Pacey, on the other hand, lives up to his self-conception as a Man of Action by taking bets amongst his fellow slackers, who all think Matt Caufield, host of the Valentine’s Day party gone wrong from last episode, did it. He tells Matt to turn himself in and apologize, because he messed with “somebody I care about.” I’m sure a good proportion of teenaged girls swooned over all of this; personally, of Dawson’s self-righteous lecturing and Pacey’s Neanderthal routine, I really don’t know which annoys me more. Anyway, Pacey gets all up in Matt’s grill in the parking lot, and the two get into a fistfight. Pacey is about to end up the clear winner in the fight when Principal Green arrives. His inexplicable decision is to ask the boys’ friends to explain the fight, and Dawson gives in like a big old nerd and says that the fight was about the mural. Pacey tells Dawson it’s not his fight (true) and Dawson answers, also truly, that it’s not Pacey’s either.
Matt gives himself away by mentioning that the painting had a Chinese character on it. “For one thing, it was ugly,” he says. “Why do I have to look at some trivial girl’s little message to the masses every morning? Frankly, it offends me,” says Matt. Well, he would be right at home on today’s internet message boards! Nothing offends Internet Dudes more than when women get to say stuff. When Green, who’s black, pushes back, Matt doubles down by saying, “I’m white. I’m rich. That’s all the possibility I need.” (He doesn’t add, “I’m male.”) Somehow, he makes it out of the meeting without getting punched in the face again.
Joey arrives to yell at Pacey for his “boneheaded move” and Pacey, irritated, finally lets slip the Big Secret: he claims that he doesn’t actually care about Joey and that he was only hanging out with Joey to do Dawson a favor. Oof. Pissed, Joey asks if that’s what “You and me” is really about. Pacey gives her as much puppy-dog-eyes as he can given that said eyes were blackened by Matt Caufield, and asks her what she thought it was about, but she won’t say. Awww. Joey totally knows he’s in love with her.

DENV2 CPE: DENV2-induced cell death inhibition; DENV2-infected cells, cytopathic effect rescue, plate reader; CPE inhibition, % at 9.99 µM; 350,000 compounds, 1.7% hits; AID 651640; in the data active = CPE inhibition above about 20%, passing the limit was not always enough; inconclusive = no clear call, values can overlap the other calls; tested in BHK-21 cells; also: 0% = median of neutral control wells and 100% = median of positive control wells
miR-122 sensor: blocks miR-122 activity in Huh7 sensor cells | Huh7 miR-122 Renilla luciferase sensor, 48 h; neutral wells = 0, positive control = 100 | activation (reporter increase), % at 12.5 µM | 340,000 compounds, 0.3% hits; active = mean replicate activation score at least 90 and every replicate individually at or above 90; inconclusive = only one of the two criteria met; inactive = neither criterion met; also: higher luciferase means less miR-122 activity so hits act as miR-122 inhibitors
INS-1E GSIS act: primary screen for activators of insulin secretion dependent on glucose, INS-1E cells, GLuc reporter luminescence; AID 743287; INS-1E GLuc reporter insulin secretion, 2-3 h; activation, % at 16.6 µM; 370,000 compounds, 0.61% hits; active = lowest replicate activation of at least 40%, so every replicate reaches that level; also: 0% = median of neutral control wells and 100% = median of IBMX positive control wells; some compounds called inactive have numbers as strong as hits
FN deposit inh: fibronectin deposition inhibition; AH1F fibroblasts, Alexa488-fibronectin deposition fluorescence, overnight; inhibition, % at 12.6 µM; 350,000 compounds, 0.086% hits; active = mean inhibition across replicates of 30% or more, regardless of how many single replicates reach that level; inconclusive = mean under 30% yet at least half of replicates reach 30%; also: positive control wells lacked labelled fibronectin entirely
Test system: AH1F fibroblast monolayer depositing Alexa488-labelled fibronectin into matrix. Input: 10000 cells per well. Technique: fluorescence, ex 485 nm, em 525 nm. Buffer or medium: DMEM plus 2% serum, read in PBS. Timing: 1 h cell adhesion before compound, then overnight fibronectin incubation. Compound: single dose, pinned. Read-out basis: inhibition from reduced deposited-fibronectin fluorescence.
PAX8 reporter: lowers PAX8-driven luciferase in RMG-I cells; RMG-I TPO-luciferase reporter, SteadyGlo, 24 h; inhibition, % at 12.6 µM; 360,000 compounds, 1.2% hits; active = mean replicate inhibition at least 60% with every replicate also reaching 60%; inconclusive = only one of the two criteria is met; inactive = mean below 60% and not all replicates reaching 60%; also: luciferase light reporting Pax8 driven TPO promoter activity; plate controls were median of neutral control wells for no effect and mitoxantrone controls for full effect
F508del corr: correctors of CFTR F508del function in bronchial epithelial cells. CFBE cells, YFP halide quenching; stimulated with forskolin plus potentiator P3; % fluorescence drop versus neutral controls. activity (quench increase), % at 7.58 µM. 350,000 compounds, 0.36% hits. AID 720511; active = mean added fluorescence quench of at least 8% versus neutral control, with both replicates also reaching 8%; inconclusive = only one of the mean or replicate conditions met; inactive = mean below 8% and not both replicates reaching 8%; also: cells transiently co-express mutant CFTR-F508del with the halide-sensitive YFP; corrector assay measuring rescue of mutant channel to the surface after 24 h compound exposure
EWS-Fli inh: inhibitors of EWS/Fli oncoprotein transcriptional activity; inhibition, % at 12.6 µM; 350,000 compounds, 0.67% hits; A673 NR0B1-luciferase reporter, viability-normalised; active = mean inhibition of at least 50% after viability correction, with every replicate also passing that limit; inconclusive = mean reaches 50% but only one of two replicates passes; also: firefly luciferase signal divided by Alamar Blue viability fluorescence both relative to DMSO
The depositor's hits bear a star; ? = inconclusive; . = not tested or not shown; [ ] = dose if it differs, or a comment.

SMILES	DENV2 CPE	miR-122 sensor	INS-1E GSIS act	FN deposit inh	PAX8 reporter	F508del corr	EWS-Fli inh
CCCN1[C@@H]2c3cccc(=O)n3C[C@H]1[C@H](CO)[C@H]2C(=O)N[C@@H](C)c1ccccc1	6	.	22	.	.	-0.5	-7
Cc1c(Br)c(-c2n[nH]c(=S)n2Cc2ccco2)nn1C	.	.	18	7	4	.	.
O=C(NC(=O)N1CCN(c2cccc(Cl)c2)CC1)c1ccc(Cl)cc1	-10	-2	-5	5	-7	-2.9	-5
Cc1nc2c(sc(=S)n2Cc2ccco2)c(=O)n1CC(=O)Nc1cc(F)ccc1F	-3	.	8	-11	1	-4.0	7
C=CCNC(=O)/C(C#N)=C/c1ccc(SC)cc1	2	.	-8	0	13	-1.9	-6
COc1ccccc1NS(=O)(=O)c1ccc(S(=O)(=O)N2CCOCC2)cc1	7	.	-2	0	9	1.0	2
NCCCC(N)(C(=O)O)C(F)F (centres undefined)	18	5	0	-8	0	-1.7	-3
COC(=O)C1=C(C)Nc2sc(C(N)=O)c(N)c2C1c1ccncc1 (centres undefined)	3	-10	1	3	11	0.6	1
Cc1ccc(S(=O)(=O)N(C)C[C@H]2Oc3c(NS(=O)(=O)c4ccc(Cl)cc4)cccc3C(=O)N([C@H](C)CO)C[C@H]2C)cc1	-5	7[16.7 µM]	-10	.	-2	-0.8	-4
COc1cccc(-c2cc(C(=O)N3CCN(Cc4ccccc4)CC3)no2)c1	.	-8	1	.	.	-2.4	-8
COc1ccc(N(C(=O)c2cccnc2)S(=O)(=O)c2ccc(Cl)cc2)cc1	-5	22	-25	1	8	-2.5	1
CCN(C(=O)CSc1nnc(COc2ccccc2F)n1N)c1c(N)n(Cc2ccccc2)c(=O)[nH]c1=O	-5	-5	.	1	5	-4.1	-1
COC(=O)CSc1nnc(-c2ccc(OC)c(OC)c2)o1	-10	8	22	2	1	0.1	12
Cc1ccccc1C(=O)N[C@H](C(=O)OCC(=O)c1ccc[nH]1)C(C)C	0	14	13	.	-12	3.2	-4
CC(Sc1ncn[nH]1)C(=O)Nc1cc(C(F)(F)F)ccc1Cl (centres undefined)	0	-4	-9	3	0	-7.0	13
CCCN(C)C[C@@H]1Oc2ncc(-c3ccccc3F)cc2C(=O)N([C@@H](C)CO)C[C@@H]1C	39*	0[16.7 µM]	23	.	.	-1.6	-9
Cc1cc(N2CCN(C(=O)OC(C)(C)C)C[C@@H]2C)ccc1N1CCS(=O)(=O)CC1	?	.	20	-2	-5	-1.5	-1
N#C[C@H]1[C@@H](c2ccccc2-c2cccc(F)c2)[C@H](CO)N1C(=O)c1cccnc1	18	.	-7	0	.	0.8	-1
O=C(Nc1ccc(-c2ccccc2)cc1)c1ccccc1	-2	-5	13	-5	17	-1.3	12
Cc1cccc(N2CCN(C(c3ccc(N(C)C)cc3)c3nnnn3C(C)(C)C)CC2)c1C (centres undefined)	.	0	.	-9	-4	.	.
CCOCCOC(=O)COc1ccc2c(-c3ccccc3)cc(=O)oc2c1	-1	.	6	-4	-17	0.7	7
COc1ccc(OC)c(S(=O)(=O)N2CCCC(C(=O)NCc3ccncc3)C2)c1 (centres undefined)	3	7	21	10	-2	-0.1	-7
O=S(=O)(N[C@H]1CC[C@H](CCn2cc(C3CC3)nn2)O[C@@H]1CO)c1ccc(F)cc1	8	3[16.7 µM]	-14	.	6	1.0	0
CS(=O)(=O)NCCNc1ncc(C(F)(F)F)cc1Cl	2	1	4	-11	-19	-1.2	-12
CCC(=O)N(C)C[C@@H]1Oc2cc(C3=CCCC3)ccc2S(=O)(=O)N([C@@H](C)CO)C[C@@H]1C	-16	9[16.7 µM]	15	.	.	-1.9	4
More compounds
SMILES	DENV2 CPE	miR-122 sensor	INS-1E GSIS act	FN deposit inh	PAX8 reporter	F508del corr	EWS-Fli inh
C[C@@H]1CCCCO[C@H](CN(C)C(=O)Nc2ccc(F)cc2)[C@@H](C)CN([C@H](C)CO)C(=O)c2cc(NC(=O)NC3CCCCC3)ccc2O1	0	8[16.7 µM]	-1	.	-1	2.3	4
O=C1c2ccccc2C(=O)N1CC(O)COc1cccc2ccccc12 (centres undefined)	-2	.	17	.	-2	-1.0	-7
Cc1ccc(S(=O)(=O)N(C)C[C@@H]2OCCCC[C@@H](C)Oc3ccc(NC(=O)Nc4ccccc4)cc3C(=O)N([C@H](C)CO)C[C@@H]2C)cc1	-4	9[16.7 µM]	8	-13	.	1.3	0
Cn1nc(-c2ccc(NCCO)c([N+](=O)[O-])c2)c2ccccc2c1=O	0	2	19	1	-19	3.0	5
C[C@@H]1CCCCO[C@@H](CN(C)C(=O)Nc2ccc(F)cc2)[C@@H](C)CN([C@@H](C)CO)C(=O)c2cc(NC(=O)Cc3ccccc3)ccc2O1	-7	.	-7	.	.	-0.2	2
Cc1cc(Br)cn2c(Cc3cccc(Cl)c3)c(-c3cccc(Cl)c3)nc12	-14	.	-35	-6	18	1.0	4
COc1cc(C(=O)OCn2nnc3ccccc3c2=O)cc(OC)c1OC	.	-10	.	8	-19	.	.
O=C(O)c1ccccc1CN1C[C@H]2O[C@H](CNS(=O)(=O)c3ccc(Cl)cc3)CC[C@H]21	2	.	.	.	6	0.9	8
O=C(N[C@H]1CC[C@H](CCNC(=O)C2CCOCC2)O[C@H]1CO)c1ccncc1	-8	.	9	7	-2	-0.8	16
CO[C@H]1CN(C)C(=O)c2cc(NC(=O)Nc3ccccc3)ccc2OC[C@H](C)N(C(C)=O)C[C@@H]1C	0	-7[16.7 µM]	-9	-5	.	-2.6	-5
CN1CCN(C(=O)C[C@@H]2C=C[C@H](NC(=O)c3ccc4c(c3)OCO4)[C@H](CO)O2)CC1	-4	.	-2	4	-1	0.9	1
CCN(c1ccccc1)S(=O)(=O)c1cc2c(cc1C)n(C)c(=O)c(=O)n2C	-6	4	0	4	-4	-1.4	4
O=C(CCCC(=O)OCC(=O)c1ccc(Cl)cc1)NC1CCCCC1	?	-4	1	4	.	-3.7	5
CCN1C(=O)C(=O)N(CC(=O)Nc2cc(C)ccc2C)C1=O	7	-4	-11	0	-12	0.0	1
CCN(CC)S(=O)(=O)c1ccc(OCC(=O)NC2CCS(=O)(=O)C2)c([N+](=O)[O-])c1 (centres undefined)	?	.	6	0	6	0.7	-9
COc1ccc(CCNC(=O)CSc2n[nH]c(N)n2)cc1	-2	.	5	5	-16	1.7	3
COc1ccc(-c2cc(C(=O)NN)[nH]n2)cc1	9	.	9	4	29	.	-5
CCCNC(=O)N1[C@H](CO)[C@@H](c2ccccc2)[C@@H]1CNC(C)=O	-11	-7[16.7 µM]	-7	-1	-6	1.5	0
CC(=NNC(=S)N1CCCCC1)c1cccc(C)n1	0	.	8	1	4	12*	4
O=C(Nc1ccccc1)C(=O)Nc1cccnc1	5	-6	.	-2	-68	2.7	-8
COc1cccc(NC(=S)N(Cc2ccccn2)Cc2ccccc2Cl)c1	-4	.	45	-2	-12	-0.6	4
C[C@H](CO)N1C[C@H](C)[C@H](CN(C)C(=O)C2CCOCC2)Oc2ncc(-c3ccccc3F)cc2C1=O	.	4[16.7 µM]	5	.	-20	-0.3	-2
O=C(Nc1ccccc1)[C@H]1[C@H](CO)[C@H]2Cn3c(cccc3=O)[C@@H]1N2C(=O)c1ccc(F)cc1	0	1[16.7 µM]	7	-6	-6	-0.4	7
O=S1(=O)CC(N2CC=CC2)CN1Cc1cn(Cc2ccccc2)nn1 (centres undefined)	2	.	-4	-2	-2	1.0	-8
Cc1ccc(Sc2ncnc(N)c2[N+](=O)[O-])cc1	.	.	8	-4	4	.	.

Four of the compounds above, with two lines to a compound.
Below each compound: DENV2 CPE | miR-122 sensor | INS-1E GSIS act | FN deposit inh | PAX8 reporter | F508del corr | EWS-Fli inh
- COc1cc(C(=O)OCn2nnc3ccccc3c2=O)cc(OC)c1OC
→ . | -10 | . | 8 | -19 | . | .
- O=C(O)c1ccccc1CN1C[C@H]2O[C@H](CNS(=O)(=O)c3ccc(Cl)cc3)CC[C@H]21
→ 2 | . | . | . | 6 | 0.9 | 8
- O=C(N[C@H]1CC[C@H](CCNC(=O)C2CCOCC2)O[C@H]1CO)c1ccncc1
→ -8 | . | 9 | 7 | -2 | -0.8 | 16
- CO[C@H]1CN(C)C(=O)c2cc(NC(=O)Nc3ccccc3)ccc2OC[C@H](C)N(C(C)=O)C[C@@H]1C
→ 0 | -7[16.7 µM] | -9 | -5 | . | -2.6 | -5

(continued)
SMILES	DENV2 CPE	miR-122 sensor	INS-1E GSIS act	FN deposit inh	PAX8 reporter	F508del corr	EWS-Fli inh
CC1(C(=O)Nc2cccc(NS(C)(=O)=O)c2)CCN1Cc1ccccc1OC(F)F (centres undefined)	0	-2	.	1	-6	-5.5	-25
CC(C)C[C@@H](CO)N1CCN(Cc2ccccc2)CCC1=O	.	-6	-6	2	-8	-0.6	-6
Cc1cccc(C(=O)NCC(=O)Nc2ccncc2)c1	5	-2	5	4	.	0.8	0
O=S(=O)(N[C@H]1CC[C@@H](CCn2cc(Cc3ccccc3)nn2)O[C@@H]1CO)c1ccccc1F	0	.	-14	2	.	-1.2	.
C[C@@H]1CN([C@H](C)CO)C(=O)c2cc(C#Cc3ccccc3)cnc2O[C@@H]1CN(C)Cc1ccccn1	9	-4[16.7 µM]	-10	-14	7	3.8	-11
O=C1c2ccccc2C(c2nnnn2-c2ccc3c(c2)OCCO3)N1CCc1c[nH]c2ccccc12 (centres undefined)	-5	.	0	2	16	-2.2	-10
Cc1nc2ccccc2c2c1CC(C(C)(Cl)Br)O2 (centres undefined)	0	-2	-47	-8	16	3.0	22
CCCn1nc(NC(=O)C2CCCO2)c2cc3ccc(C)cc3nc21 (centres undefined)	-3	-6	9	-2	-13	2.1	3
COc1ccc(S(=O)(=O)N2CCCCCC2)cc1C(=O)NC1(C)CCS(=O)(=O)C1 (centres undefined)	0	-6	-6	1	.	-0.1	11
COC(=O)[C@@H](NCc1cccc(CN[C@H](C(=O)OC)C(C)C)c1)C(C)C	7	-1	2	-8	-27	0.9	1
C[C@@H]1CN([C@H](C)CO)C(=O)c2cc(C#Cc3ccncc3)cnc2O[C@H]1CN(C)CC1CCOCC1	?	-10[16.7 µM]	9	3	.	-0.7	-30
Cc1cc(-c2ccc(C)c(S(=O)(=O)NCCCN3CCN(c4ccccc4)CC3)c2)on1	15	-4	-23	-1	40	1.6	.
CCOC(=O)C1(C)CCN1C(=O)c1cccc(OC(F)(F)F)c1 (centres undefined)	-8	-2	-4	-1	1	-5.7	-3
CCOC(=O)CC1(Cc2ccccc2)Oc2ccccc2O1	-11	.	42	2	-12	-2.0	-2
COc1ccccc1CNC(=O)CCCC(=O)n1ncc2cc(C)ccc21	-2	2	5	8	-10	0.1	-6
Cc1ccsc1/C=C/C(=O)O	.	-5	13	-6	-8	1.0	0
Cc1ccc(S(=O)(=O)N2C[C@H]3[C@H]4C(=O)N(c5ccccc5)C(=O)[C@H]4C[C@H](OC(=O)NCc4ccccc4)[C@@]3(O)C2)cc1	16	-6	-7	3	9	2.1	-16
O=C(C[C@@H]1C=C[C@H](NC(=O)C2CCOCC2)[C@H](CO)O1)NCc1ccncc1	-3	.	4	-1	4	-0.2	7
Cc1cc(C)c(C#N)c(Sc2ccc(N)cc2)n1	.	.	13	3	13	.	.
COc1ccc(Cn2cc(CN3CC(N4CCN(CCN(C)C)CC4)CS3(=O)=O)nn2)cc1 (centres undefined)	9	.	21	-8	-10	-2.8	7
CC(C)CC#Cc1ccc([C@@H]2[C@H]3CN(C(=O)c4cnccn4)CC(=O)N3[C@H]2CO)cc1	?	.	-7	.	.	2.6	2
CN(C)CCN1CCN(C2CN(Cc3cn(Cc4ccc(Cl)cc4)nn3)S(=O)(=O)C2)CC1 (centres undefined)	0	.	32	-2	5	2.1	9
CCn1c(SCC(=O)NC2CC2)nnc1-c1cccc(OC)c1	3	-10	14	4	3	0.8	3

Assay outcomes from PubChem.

Green expels Matt. Both Dawson and Joey show up to peep through the door during Pacey’s disciplinary hearing. Joey’s angry about what she calls the “wife-swapping arrangement,” remarks bitterly that Pacey didn’t have any real concern for her. Dawson calls bullshit on this, since Pacey’s, you know, facing possible suspension for her (well, for her and for his white-knight complex). Joey has the grace to look a little embarrassed. And Pacey ends up not getting suspended; instead, he is voluntold to become a mentor to a troubled kid. (We will, for better or worse, hear plenty more about this later.)
In other news, Andie continues to be the worst; when Matt Caufield gets caught cheating before the vandalism, Andie sits on the student disciplinary board and lectures him that “there’s nothing funny about cheating.” Shut up, Andie. Also, there definitely IS something funny about cheating on a test by calling your mom to find out how many Justices sit on the Supreme Court, so she’s doubly wrong. She recommends a failing grade and detention, but that old softy Principal Green believes Caufield’s stupid story that he actually didn’t get any answers from his mom and got the answers right by guessing. So Matt doesn’t get punished at all. Which makes NO sense.